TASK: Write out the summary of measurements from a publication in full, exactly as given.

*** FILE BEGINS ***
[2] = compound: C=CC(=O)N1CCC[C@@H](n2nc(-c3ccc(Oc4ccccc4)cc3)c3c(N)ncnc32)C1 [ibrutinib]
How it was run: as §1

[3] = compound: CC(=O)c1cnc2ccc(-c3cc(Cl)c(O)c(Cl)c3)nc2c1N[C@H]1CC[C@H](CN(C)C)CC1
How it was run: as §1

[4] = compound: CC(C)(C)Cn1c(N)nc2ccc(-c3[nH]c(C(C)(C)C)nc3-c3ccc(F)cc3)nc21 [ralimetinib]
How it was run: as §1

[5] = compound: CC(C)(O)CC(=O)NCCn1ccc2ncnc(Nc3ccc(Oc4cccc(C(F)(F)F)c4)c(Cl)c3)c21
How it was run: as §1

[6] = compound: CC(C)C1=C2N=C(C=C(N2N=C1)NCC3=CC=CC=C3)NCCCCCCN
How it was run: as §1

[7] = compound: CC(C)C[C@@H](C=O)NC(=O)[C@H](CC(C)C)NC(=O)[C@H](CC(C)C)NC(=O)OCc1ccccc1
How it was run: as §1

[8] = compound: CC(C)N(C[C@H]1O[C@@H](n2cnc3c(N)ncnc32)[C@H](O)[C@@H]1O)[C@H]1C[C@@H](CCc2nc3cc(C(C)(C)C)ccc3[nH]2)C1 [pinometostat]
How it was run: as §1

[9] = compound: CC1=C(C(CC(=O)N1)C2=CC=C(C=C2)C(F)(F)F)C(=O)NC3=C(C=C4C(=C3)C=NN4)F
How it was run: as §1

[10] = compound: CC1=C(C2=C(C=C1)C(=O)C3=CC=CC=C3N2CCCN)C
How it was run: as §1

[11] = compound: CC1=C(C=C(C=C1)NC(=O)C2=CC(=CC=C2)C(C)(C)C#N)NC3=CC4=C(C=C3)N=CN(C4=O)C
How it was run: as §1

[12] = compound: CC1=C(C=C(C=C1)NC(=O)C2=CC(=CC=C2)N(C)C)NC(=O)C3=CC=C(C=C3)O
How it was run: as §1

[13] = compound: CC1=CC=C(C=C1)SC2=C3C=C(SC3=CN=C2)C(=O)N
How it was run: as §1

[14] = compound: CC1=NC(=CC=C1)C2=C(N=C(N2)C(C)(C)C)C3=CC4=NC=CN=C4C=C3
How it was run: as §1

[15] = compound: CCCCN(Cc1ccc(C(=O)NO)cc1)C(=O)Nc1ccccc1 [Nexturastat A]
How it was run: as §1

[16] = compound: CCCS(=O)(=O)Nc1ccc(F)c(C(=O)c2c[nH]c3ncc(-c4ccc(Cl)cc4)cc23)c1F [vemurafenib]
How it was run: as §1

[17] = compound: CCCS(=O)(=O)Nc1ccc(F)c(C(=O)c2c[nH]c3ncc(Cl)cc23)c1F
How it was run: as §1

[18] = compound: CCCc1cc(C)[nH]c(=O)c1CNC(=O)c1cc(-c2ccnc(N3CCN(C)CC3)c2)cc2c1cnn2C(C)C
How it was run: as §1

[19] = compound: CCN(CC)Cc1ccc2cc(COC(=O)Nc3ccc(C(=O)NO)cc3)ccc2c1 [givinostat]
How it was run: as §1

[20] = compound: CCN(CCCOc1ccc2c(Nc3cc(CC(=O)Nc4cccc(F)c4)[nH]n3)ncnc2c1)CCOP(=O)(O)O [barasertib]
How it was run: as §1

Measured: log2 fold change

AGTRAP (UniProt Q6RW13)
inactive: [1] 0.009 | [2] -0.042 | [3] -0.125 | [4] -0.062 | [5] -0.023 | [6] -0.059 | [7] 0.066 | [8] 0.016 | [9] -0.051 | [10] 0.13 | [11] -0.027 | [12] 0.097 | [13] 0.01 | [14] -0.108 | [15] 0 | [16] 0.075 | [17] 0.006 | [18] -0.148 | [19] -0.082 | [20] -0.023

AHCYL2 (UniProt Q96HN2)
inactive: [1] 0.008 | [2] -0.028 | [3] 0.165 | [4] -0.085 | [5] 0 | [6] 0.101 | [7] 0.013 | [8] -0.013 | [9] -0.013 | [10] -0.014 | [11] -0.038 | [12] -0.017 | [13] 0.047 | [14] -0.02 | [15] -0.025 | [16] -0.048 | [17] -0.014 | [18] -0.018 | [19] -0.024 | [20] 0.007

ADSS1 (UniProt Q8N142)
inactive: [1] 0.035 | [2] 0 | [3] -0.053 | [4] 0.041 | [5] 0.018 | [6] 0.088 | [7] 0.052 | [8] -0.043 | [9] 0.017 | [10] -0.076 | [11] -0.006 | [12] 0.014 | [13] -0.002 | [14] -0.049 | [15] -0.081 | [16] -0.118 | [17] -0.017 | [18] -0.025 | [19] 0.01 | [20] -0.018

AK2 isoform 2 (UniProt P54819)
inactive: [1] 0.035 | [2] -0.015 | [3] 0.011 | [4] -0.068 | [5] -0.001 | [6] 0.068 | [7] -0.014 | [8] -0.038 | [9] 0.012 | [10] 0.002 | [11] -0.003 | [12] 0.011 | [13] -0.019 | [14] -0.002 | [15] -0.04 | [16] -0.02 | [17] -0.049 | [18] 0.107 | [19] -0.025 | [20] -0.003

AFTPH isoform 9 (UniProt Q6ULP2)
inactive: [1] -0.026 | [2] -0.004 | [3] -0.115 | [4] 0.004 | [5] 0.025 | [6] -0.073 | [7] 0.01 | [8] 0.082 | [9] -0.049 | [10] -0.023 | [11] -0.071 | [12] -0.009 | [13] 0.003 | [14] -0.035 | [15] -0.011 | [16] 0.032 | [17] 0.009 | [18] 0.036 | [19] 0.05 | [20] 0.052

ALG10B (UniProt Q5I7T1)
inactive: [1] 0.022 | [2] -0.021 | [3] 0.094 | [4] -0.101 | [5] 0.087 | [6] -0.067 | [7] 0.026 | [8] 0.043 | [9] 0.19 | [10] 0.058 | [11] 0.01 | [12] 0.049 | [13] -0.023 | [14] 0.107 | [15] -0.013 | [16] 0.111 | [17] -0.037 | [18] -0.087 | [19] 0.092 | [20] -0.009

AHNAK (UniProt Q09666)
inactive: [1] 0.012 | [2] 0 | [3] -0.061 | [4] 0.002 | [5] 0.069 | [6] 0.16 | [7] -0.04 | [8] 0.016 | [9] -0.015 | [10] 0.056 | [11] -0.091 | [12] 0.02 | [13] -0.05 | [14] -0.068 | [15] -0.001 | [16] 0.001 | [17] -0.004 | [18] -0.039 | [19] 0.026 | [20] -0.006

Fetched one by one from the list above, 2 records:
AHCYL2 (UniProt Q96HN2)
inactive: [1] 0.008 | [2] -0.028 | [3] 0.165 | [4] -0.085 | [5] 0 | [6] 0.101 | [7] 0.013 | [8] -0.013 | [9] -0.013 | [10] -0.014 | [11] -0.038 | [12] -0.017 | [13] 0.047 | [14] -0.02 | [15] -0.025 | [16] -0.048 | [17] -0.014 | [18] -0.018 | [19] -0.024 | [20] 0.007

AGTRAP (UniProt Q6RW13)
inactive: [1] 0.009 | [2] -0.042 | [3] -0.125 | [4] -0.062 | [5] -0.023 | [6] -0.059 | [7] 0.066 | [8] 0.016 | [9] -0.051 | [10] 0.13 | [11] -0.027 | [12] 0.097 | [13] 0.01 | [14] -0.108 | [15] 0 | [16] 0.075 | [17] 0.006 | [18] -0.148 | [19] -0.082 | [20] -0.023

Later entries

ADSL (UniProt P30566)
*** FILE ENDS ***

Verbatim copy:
[2] = compound: C=CC(=O)N1CCC[C@@H](n2nc(-c3ccc(Oc4ccccc4)cc3)c3c(N)ncnc32)C1 [ibrutinib]
How it was run: as §1

[3] = compound: CC(=O)c1cnc2ccc(-c3cc(Cl)c(O)c(Cl)c3)nc2c1N[C@H]1CC[C@H](CN(C)C)CC1
How it was run: as §1

[4] = compound: CC(C)(C)Cn1c(N)nc2ccc(-c3[nH]c(C(C)(C)C)nc3-c3ccc(F)cc3)nc21 [ralimetinib]
How it was run: as §1

[5] = compound: CC(C)(O)CC(=O)NCCn1ccc2ncnc(Nc3ccc(Oc4cccc(C(F)(F)F)c4)c(Cl)c3)c21
How it was run: as §1

[6] = compound: CC(C)C1=C2N=C(C=C(N2N=C1)NCC3=CC=CC=C3)NCCCCCCN
How it was run: as §1

[7] = compound: CC(C)C[C@@H](C=O)NC(=O)[C@H](CC(C)C)NC(=O)[C@H](CC(C)C)NC(=O)OCc1ccccc1
How it was run: as §1

[8] = compound: CC(C)N(C[C@H]1O[C@@H](n2cnc3c(N)ncnc32)[C@H](O)[C@@H]1O)[C@H]1C[C@@H](CCc2nc3cc(C(C)(C)C)ccc3[nH]2)C1 [pinometostat]
How it was run: as §1

[9] = compound: CC1=C(C(CC(=O)N1)C2=CC=C(C=C2)C(F)(F)F)C(=O)NC3=C(C=C4C(=C3)C=NN4)F
How it was run: as §1

[10] = compound: CC1=C(C2=C(C=C1)C(=O)C3=CC=CC=C3N2CCCN)C
How it was run: as §1

[11] = compound: CC1=C(C=C(C=C1)NC(=O)C2=CC(=CC=C2)C(C)(C)C#N)NC3=CC4=C(C=C3)N=CN(C4=O)C
How it was run: as §1

[12] = compound: CC1=C(C=C(C=C1)NC(=O)C2=CC(=CC=C2)N(C)C)NC(=O)C3=CC=C(C=C3)O
How it was run: as §1

[13] = compound: CC1=CC=C(C=C1)SC2=C3C=C(SC3=CN=C2)C(=O)N
How it was run: as §1

[14] = compound: CC1=NC(=CC=C1)C2=C(N=C(N2)C(C)(C)C)C3=CC4=NC=CN=C4C=C3
How it was run: as §1

[15] = compound: CCCCN(Cc1ccc(C(=O)NO)cc1)C(=O)Nc1ccccc1 [Nexturastat A]
How it was run: as §1

[16] = compound: CCCS(=O)(=O)Nc1ccc(F)c(C(=O)c2c[nH]c3ncc(-c4ccc(Cl)cc4)cc23)c1F [vemurafenib]
How it was run: as §1

[17] = compound: CCCS(=O)(=O)Nc1ccc(F)c(C(=O)c2c[nH]c3ncc(Cl)cc23)c1F
How it was run: as §1

[18] = compound: CCCc1cc(C)[nH]c(=O)c1CNC(=O)c1cc(-c2ccnc(N3CCN(C)CC3)c2)cc2c1cnn2C(C)C
How it was run: as §1

[19] = compound: CCN(CC)Cc1ccc2cc(COC(=O)Nc3ccc(C(=O)NO)cc3)ccc2c1 [givinostat]
How it was run: as §1

[20] = compound: CCN(CCCOc1ccc2c(Nc3cc(CC(=O)Nc4cccc(F)c4)[nH]n3)ncnc2c1)CCOP(=O)(O)O [barasertib]
How it was run: as §1

Measured: log2 fold change

AGTRAP (UniProt Q6RW13)
inactive: [1] 0.009 | [2] -0.042 | [3] -0.125 | [4] -0.062 | [5] -0.023 | [6] -0.059 | [7] 0.066 | [8] 0.016 | [9] -0.051 | [10] 0.13 | [11] -0.027 | [12] 0.097 | [13] 0.01 | [14] -0.108 | [15] 0 | [16] 0.075 | [17] 0.006 | [18] -0.148 | [19] -0.082 | [20] -0.023

AHCYL2 (UniProt Q96HN2)
inactive: [1] 0.008 | [2] -0.028 | [3] 0.165 | [4] -0.085 | [5] 0 | [6] 0.101 | [7] 0.013 | [8] -0.013 | [9] -0.013 | [10] -0.014 | [11] -0.038 | [12] -0.017 | [13] 0.047 | [14] -0.02 | [15] -0.025 | [16] -0.048 | [17] -0.014 | [18] -0.018 | [19] -0.024 | [20] 0.007

ADSS1 (UniProt Q8N142)
inactive: [1] 0.035 | [2] 0 | [3] -0.053 | [4] 0.041 | [5] 0.018 | [6] 0.088 | [7] 0.052 | [8] -0.043 | [9] 0.017 | [10] -0.076 | [11] -0.006 | [12] 0.014 | [13] -0.002 | [14] -0.049 | [15] -0.081 | [16] -0.118 | [17] -0.017 | [18] -0.025 | [19] 0.01 | [20] -0.018

AK2 isoform 2 (UniProt P54819)
inactive: [1] 0.035 | [2] -0.015 | [3] 0.011 | [4] -0.068 | [5] -0.001 | [6] 0.068 | [7] -0.014 | [8] -0.038 | [9] 0.012 | [10] 0.002 | [11] -0.003 | [12] 0.011 | [13] -0.019 | [14] -0.002 | [15] -0.04 | [16] -0.02 | [17] -0.049 | [18] 0.107 | [19] -0.025 | [20] -0.003

AFTPH isoform 9 (UniProt Q6ULP2)
inactive: [1] -0.026 | [2] -0.004 | [3] -0.115 | [4] 0.004 | [5] 0.025 | [6] -0.073 | [7] 0.01 | [8] 0.082 | [9] -0.049 | [10] -0.023 | [11] -0.071 | [12] -0.009 | [13] 0.003 | [14] -0.035 | [15] -0.011 | [16] 0.032 | [17] 0.009 | [18] 0.036 | [19] 0.05 | [20] 0.052

ALG10B (UniProt Q5I7T1)
inactive: [1] 0.022 | [2] -0.021 | [3] 0.094 | [4] -0.101 | [5] 0.087 | [6] -0.067 | [7] 0.026 | [8] 0.043 | [9] 0.19 | [10] 0.058 | [11] 0.01 | [12] 0.049 | [13] -0.023 | [14] 0.107 | [15] -0.013 | [16] 0.111 | [17] -0.037 | [18] -0.087 | [19] 0.092 | [20] -0.009

AHNAK (UniProt Q09666)
inactive: [1] 0.012 | [2] 0 | [3] -0.061 | [4] 0.002 | [5] 0.069 | [6] 0.16 | [7] -0.04 | [8] 0.016 | [9] -0.015 | [10] 0.056 | [11] -0.091 | [12] 0.02 | [13] -0.05 | [14] -0.068 | [15] -0.001 | [16] 0.001 | [17] -0.004 | [18] -0.039 | [19] 0.026 | [20] -0.006

Fetched one by one from the list above, 2 records:
AHCYL2 (UniProt Q96HN2)
inactive: [1] 0.008 | [2] -0.028 | [3] 0.165 | [4] -0.085 | [5] 0 | [6] 0.101 | [7] 0.013 | [8] -0.013 | [9] -0.013 | [10] -0.014 | [11] -0.038 | [12] -0.017 | [13] 0.047 | [14] -0.02 | [15] -0.025 | [16] -0.048 | [17] -0.014 | [18] -0.018 | [19] -0.024 | [20] 0.007

AGTRAP (UniProt Q6RW13)
inactive: [1] 0.009 | [2] -0.042 | [3] -0.125 | [4] -0.062 | [5] -0.023 | [6] -0.059 | [7] 0.066 | [8] 0.016 | [9] -0.051 | [10] 0.13 | [11] -0.027 | [12] 0.097 | [13] 0.01 | [14] -0.108 | [15] 0 | [16] 0.075 | [17] 0.006 | [18] -0.148 | [19] -0.082 | [20] -0.023

Later entries

ADSL (UniProt P30566)